God is a God of Order
The IGP said that the police are also Christians, but will not sit for people to create disorderliness in the country because God is a God of Order.
Citing an instance to buttress his arguments, the IGP said “imagine someone prophesies that from now until Easter, 90% of markets in Accra are going to be burnt…Imagine how many people will be going to the market everyday thinking that they will not come back?” he asked and indicated the police will not tolerate such disorderliness.
“We are deep-seated Christians who don’t joke with godliness, but we will also not allow anybody to use God to create a mess and confusion, because God is not a God of confusion, and God is not a God of disorderliness.”
PAC commenced public hearings on the Report of the Auditor-General (AG) on the Public Accounts of Ghana -Ministries, Departments and Agencies for the year 2020 on Monday July 16.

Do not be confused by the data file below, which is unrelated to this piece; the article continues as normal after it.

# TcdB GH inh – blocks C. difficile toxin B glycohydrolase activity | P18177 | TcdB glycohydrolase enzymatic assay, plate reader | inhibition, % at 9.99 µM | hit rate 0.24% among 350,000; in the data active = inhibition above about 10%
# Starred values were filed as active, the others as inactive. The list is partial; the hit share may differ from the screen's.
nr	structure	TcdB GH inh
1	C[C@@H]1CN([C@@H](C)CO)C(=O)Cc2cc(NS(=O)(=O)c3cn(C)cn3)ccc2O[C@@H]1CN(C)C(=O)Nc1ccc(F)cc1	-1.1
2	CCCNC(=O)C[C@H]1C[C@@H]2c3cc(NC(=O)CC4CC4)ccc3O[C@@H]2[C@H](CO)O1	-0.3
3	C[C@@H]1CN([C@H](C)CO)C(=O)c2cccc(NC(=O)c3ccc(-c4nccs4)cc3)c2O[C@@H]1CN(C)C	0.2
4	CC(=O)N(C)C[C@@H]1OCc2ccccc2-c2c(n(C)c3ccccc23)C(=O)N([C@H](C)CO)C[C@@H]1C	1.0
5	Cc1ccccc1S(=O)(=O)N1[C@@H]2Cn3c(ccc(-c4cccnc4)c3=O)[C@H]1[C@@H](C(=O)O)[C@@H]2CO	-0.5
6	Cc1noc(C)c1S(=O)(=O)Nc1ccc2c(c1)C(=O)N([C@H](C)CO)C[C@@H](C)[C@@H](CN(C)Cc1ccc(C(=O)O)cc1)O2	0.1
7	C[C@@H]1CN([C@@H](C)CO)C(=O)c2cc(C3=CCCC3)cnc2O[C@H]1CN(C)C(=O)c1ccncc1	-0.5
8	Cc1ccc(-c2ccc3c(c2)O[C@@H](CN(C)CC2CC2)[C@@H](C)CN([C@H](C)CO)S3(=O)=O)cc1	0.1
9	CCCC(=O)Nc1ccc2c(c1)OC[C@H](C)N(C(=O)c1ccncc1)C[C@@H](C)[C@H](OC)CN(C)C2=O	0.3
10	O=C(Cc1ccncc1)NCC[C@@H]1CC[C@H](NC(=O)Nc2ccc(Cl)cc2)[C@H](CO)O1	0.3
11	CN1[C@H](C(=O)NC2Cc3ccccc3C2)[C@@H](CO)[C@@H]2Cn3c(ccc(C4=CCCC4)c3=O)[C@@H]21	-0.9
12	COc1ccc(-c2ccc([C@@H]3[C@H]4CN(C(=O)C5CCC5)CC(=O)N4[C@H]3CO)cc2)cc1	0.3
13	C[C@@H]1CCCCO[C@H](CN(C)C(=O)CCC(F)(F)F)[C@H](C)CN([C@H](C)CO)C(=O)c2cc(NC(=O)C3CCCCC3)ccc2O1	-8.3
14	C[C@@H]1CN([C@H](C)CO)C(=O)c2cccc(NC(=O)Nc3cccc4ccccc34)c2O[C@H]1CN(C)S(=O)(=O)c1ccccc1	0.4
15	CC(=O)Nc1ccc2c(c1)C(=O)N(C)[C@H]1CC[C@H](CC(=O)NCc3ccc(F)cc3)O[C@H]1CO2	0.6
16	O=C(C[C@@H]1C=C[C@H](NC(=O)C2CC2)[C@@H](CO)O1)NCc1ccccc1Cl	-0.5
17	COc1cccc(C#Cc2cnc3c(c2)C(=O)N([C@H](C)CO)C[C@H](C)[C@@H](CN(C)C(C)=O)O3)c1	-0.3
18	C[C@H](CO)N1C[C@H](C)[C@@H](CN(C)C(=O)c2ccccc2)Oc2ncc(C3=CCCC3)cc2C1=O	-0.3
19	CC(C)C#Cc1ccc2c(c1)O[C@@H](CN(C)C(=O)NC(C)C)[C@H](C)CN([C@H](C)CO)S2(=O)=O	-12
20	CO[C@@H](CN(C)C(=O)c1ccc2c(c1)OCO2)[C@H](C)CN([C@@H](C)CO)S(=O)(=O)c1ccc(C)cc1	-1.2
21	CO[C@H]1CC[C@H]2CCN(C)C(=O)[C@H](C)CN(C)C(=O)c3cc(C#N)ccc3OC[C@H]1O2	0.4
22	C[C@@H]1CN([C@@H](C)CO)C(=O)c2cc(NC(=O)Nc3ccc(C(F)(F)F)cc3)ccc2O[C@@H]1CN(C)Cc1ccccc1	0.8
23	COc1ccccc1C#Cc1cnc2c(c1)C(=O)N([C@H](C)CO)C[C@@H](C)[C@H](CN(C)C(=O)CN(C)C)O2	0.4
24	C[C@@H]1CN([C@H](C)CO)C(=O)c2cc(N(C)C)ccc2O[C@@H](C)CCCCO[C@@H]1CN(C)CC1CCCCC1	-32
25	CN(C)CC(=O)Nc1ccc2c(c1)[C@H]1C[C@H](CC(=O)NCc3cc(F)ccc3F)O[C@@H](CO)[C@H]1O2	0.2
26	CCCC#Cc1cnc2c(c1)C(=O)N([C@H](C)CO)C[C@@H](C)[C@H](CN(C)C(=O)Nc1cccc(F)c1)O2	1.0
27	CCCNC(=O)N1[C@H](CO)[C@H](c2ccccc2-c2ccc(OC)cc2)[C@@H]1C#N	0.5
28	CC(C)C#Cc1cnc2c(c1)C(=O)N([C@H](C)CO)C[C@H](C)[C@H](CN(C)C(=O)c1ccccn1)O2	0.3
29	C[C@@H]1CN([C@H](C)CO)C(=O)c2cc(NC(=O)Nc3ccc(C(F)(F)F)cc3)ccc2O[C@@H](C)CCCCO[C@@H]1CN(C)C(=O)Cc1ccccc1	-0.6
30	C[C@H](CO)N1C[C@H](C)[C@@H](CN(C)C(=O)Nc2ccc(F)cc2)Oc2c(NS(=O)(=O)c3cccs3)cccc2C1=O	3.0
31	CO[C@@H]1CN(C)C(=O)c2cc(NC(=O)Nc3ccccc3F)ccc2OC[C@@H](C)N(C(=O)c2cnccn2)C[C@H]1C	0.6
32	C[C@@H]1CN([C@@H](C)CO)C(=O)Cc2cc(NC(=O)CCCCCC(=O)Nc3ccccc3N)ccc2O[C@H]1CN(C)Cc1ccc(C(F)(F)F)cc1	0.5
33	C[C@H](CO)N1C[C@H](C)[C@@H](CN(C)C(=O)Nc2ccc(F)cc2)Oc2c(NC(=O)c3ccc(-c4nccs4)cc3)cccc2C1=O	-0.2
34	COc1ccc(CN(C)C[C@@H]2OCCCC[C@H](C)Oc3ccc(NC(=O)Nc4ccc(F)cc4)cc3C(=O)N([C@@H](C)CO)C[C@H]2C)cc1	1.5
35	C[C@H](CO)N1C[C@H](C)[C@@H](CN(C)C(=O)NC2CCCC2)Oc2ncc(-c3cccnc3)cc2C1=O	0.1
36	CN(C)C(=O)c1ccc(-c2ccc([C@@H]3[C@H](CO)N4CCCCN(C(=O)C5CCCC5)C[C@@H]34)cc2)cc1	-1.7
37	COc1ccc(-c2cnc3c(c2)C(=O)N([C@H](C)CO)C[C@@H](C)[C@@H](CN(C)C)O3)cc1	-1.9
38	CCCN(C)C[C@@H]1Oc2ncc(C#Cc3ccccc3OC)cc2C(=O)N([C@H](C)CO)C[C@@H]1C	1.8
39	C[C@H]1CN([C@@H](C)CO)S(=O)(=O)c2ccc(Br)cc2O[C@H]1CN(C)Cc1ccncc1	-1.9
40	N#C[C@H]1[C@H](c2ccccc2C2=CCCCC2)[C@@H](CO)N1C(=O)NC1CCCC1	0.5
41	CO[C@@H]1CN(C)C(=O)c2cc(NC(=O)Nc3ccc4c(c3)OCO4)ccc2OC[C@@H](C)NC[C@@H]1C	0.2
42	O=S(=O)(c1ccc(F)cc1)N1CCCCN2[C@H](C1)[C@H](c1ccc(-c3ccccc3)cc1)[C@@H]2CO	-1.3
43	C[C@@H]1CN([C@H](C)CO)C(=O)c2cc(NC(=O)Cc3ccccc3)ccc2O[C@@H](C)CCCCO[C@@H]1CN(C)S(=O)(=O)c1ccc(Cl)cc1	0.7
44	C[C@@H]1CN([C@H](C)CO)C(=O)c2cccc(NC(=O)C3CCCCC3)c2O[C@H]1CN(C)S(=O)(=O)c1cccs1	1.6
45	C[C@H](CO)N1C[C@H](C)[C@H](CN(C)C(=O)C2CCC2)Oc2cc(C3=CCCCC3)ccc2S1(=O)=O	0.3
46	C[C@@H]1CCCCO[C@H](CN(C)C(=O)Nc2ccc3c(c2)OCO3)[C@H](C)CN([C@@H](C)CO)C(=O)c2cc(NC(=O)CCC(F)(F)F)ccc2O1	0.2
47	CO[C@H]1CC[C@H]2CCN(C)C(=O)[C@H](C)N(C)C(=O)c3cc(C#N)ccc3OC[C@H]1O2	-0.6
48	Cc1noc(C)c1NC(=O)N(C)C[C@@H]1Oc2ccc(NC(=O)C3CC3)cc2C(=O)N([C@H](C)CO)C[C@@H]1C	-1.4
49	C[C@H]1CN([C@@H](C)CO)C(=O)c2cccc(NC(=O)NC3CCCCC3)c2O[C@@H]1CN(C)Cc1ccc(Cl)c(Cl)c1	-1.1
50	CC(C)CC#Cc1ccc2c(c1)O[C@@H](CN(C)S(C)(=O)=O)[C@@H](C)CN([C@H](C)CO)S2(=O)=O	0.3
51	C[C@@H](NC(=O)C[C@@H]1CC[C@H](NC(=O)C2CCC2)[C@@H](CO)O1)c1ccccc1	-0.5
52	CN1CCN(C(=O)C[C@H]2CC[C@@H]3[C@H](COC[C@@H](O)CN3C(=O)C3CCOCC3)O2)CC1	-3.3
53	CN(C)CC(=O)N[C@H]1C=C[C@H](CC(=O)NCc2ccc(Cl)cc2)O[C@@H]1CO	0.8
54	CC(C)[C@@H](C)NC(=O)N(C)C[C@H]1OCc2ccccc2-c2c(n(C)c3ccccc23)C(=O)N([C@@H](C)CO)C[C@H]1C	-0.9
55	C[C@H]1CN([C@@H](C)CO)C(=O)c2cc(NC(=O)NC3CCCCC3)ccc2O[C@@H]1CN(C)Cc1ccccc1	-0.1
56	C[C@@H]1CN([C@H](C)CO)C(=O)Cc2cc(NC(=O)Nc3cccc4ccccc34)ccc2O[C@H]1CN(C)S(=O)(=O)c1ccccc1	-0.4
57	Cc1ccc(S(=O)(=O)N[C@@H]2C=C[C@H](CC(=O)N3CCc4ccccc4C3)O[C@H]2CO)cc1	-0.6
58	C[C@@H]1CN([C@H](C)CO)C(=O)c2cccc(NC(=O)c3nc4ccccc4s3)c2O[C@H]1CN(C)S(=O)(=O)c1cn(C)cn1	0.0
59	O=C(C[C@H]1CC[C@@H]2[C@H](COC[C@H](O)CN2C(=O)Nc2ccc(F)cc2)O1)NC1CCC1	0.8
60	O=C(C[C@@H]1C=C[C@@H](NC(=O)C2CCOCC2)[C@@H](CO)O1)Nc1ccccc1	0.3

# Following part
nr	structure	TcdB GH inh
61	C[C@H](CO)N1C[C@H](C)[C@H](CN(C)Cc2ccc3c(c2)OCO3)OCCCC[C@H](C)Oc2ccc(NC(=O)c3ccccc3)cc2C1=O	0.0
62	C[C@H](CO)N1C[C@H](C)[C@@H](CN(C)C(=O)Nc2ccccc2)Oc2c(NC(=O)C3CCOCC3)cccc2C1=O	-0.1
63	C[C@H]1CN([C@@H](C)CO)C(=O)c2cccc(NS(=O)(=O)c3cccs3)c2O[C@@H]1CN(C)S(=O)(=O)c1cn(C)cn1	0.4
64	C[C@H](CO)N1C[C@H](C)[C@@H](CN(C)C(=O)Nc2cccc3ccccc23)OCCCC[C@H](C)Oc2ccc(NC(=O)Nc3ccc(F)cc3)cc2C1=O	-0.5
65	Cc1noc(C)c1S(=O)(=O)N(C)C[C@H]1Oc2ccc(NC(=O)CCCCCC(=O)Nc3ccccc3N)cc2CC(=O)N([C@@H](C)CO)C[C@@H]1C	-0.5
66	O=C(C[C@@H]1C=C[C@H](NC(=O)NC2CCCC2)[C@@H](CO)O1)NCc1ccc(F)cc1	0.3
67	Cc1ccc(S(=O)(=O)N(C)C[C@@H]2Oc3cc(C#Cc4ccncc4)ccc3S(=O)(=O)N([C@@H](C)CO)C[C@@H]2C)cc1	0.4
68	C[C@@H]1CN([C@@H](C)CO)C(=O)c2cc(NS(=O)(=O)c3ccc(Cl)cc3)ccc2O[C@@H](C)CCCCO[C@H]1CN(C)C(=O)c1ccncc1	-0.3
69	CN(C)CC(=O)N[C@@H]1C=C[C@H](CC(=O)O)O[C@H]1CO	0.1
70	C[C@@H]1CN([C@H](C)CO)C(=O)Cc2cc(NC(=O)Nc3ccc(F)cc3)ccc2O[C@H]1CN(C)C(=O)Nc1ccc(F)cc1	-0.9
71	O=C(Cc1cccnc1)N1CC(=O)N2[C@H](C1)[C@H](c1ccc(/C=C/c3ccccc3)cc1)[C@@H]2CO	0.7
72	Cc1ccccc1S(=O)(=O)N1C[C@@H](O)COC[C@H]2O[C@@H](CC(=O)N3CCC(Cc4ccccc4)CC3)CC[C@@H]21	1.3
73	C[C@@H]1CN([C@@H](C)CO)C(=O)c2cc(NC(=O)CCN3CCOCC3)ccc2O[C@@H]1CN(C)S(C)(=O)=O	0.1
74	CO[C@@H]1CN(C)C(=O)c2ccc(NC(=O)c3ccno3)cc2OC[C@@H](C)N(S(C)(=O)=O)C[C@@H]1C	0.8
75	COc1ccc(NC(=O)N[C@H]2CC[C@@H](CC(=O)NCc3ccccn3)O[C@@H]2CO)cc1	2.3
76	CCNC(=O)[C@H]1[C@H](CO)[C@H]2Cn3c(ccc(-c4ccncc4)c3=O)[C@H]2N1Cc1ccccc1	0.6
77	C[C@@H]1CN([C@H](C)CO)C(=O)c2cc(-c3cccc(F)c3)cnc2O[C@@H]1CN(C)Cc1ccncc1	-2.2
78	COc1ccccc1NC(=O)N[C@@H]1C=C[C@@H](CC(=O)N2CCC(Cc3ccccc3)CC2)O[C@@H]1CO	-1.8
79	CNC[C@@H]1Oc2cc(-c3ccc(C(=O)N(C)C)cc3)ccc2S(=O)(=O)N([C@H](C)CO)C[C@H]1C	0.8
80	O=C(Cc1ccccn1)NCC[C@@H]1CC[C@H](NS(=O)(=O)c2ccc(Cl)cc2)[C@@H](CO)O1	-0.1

Some MDAs including the Ministry of Finance and its agencies- Controller and Accountant-General Department, Ghana Revenue Authority, Bank of Ghana, the Ministry of Health and its agencies- National Ambulance Service, Korle But Teaching Hospital, Ghana Health Service have all appeared before it.
Yesterday, aside the Ministry of Interior under which the Ghana Police Service falls, the Ministry of Roads and Highways and its agencies- Department of Urban and Feeder Roads, the Ministry of Gender and Children and Social Protection and its agencies including the Department of Social Welfare as well as the Ministry of Agric and its agencies appeared before the committee.
Today, the Ministry of Employment and Labour Relations, Ministry of Foreign Affairs and Regional Integration and a few others will also appear before the Committee.